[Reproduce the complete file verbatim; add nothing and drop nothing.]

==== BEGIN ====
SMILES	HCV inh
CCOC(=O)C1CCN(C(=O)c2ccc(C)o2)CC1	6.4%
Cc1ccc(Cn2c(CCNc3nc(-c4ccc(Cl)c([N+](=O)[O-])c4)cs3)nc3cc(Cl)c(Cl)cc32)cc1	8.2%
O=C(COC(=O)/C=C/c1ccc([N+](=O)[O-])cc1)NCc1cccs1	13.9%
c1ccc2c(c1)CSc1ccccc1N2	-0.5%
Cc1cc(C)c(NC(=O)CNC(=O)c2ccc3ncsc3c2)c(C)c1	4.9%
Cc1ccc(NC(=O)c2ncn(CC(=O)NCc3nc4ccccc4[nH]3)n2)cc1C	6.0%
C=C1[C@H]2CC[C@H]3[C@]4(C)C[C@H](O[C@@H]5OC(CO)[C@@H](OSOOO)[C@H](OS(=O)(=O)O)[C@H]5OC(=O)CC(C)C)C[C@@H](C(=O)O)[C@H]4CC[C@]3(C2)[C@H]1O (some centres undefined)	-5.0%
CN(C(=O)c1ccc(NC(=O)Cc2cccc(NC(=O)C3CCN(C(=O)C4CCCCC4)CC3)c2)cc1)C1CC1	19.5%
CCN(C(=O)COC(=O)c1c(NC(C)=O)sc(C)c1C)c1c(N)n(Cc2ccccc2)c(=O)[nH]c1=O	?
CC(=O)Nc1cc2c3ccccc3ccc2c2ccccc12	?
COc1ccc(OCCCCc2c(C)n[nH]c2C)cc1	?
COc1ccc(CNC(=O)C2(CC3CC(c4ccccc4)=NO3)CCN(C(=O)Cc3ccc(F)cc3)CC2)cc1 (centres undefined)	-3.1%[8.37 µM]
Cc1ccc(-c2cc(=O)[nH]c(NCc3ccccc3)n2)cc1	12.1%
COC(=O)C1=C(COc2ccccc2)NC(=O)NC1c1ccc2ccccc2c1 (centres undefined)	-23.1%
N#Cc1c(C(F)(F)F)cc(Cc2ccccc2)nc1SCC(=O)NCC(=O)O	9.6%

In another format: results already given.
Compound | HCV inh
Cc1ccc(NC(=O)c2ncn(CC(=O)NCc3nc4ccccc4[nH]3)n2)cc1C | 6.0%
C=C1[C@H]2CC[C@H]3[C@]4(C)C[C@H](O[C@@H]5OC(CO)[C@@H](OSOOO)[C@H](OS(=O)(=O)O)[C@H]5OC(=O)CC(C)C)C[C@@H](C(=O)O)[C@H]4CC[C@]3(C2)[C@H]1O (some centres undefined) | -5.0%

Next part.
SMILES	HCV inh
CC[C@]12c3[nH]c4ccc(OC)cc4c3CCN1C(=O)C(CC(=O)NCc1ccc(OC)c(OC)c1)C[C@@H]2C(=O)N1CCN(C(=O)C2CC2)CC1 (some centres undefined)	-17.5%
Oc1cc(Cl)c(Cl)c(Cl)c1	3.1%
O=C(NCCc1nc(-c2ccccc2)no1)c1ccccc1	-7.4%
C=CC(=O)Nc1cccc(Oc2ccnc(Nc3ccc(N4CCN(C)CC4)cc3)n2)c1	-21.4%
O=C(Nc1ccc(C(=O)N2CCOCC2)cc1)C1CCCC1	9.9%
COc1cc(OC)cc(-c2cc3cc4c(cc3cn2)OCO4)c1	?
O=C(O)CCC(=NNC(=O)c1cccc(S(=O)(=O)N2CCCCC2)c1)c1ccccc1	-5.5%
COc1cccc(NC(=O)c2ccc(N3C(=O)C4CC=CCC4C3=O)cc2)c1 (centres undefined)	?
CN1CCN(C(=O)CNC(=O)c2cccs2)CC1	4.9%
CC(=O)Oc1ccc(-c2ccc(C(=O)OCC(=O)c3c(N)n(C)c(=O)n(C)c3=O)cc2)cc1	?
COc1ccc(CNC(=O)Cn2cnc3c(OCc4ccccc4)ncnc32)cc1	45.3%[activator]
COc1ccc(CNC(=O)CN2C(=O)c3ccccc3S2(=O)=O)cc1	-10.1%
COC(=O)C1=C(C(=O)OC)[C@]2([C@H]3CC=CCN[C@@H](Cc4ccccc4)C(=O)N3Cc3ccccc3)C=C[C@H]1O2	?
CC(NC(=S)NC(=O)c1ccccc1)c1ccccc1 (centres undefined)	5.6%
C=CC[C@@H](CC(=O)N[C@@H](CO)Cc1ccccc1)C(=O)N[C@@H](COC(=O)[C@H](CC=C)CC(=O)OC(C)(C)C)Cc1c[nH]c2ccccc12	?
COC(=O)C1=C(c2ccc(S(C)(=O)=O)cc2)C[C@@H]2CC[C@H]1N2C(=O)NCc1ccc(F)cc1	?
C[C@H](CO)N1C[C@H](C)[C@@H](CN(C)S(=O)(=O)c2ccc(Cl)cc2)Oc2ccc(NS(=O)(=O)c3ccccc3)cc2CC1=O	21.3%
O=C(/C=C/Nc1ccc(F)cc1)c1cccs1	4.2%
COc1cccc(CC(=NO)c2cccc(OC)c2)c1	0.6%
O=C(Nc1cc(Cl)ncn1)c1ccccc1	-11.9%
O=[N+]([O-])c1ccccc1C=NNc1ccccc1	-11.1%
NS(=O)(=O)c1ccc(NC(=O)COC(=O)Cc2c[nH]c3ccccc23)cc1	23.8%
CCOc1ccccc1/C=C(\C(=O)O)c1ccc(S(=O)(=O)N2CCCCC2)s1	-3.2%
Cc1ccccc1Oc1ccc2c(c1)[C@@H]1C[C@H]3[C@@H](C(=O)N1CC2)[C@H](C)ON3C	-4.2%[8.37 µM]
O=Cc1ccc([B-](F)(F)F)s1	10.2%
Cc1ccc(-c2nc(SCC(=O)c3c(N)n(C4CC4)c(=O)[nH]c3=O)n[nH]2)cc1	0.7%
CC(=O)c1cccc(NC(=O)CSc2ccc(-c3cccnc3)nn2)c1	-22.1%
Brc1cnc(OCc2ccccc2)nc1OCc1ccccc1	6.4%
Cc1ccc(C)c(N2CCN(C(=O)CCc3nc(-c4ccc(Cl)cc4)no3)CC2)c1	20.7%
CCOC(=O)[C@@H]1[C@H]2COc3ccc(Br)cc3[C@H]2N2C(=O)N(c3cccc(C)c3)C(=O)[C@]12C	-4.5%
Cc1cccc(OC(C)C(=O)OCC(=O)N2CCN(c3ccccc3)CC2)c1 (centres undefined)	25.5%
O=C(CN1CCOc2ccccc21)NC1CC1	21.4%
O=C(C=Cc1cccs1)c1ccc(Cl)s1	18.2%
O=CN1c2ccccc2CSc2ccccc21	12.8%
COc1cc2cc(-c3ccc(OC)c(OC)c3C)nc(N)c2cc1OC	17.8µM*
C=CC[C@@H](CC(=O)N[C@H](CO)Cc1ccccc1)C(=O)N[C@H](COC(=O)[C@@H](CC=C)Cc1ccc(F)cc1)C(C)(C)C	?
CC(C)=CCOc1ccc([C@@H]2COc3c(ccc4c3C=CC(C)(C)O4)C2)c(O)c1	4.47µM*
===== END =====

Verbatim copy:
SMILES	HCV inh
CCOC(=O)C1CCN(C(=O)c2ccc(C)o2)CC1	6.4%
Cc1ccc(Cn2c(CCNc3nc(-c4ccc(Cl)c([N+](=O)[O-])c4)cs3)nc3cc(Cl)c(Cl)cc32)cc1	8.2%
O=C(COC(=O)/C=C/c1ccc([N+](=O)[O-])cc1)NCc1cccs1	13.9%
c1ccc2c(c1)CSc1ccccc1N2	-0.5%
Cc1cc(C)c(NC(=O)CNC(=O)c2ccc3ncsc3c2)c(C)c1	4.9%
Cc1ccc(NC(=O)c2ncn(CC(=O)NCc3nc4ccccc4[nH]3)n2)cc1C	6.0%
C=C1[C@H]2CC[C@H]3[C@]4(C)C[C@H](O[C@@H]5OC(CO)[C@@H](OSOOO)[C@H](OS(=O)(=O)O)[C@H]5OC(=O)CC(C)C)C[C@@H](C(=O)O)[C@H]4CC[C@]3(C2)[C@H]1O (some centres undefined)	-5.0%
CN(C(=O)c1ccc(NC(=O)Cc2cccc(NC(=O)C3CCN(C(=O)C4CCCCC4)CC3)c2)cc1)C1CC1	19.5%
CCN(C(=O)COC(=O)c1c(NC(C)=O)sc(C)c1C)c1c(N)n(Cc2ccccc2)c(=O)[nH]c1=O	?
CC(=O)Nc1cc2c3ccccc3ccc2c2ccccc12	?
COc1ccc(OCCCCc2c(C)n[nH]c2C)cc1	?
COc1ccc(CNC(=O)C2(CC3CC(c4ccccc4)=NO3)CCN(C(=O)Cc3ccc(F)cc3)CC2)cc1 (centres undefined)	-3.1%[8.37 µM]
Cc1ccc(-c2cc(=O)[nH]c(NCc3ccccc3)n2)cc1	12.1%
COC(=O)C1=C(COc2ccccc2)NC(=O)NC1c1ccc2ccccc2c1 (centres undefined)	-23.1%
N#Cc1c(C(F)(F)F)cc(Cc2ccccc2)nc1SCC(=O)NCC(=O)O	9.6%

In another format: results already given.
Compound | HCV inh
Cc1ccc(NC(=O)c2ncn(CC(=O)NCc3nc4ccccc4[nH]3)n2)cc1C | 6.0%
C=C1[C@H]2CC[C@H]3[C@]4(C)C[C@H](O[C@@H]5OC(CO)[C@@H](OSOOO)[C@H](OS(=O)(=O)O)[C@H]5OC(=O)CC(C)C)C[C@@H](C(=O)O)[C@H]4CC[C@]3(C2)[C@H]1O (some centres undefined) | -5.0%

Next part.
SMILES	HCV inh
CC[C@]12c3[nH]c4ccc(OC)cc4c3CCN1C(=O)C(CC(=O)NCc1ccc(OC)c(OC)c1)C[C@@H]2C(=O)N1CCN(C(=O)C2CC2)CC1 (some centres undefined)	-17.5%
Oc1cc(Cl)c(Cl)c(Cl)c1	3.1%
O=C(NCCc1nc(-c2ccccc2)no1)c1ccccc1	-7.4%
C=CC(=O)Nc1cccc(Oc2ccnc(Nc3ccc(N4CCN(C)CC4)cc3)n2)c1	-21.4%
O=C(Nc1ccc(C(=O)N2CCOCC2)cc1)C1CCCC1	9.9%
COc1cc(OC)cc(-c2cc3cc4c(cc3cn2)OCO4)c1	?
O=C(O)CCC(=NNC(=O)c1cccc(S(=O)(=O)N2CCCCC2)c1)c1ccccc1	-5.5%
COc1cccc(NC(=O)c2ccc(N3C(=O)C4CC=CCC4C3=O)cc2)c1 (centres undefined)	?
CN1CCN(C(=O)CNC(=O)c2cccs2)CC1	4.9%
CC(=O)Oc1ccc(-c2ccc(C(=O)OCC(=O)c3c(N)n(C)c(=O)n(C)c3=O)cc2)cc1	?
COc1ccc(CNC(=O)Cn2cnc3c(OCc4ccccc4)ncnc32)cc1	45.3%[activator]
COc1ccc(CNC(=O)CN2C(=O)c3ccccc3S2(=O)=O)cc1	-10.1%
COC(=O)C1=C(C(=O)OC)[C@]2([C@H]3CC=CCN[C@@H](Cc4ccccc4)C(=O)N3Cc3ccccc3)C=C[C@H]1O2	?
CC(NC(=S)NC(=O)c1ccccc1)c1ccccc1 (centres undefined)	5.6%
C=CC[C@@H](CC(=O)N[C@@H](CO)Cc1ccccc1)C(=O)N[C@@H](COC(=O)[C@H](CC=C)CC(=O)OC(C)(C)C)Cc1c[nH]c2ccccc12	?
COC(=O)C1=C(c2ccc(S(C)(=O)=O)cc2)C[C@@H]2CC[C@H]1N2C(=O)NCc1ccc(F)cc1	?
C[C@H](CO)N1C[C@H](C)[C@@H](CN(C)S(=O)(=O)c2ccc(Cl)cc2)Oc2ccc(NS(=O)(=O)c3ccccc3)cc2CC1=O	21.3%
O=C(/C=C/Nc1ccc(F)cc1)c1cccs1	4.2%
COc1cccc(CC(=NO)c2cccc(OC)c2)c1	0.6%
O=C(Nc1cc(Cl)ncn1)c1ccccc1	-11.9%
O=[N+]([O-])c1ccccc1C=NNc1ccccc1	-11.1%
NS(=O)(=O)c1ccc(NC(=O)COC(=O)Cc2c[nH]c3ccccc23)cc1	23.8%
CCOc1ccccc1/C=C(\C(=O)O)c1ccc(S(=O)(=O)N2CCCCC2)s1	-3.2%
Cc1ccccc1Oc1ccc2c(c1)[C@@H]1C[C@H]3[C@@H](C(=O)N1CC2)[C@H](C)ON3C	-4.2%[8.37 µM]
O=Cc1ccc([B-](F)(F)F)s1	10.2%
Cc1ccc(-c2nc(SCC(=O)c3c(N)n(C4CC4)c(=O)[nH]c3=O)n[nH]2)cc1	0.7%
CC(=O)c1cccc(NC(=O)CSc2ccc(-c3cccnc3)nn2)c1	-22.1%
Brc1cnc(OCc2ccccc2)nc1OCc1ccccc1	6.4%
Cc1ccc(C)c(N2CCN(C(=O)CCc3nc(-c4ccc(Cl)cc4)no3)CC2)c1	20.7%
CCOC(=O)[C@@H]1[C@H]2COc3ccc(Br)cc3[C@H]2N2C(=O)N(c3cccc(C)c3)C(=O)[C@]12C	-4.5%
Cc1cccc(OC(C)C(=O)OCC(=O)N2CCN(c3ccccc3)CC2)c1 (centres undefined)	25.5%
O=C(CN1CCOc2ccccc21)NC1CC1	21.4%
O=C(C=Cc1cccs1)c1ccc(Cl)s1	18.2%
O=CN1c2ccccc2CSc2ccccc21	12.8%
COc1cc2cc(-c3ccc(OC)c(OC)c3C)nc(N)c2cc1OC	17.8µM*
C=CC[C@@H](CC(=O)N[C@H](CO)Cc1ccccc1)C(=O)N[C@H](COC(=O)[C@@H](CC=C)Cc1ccc(F)cc1)C(C)(C)C	?
CC(C)=CCOc1ccc([C@@H]2COc3c(ccc4c3C=CC(C)(C)O4)C2)c(O)c1	4.47µM*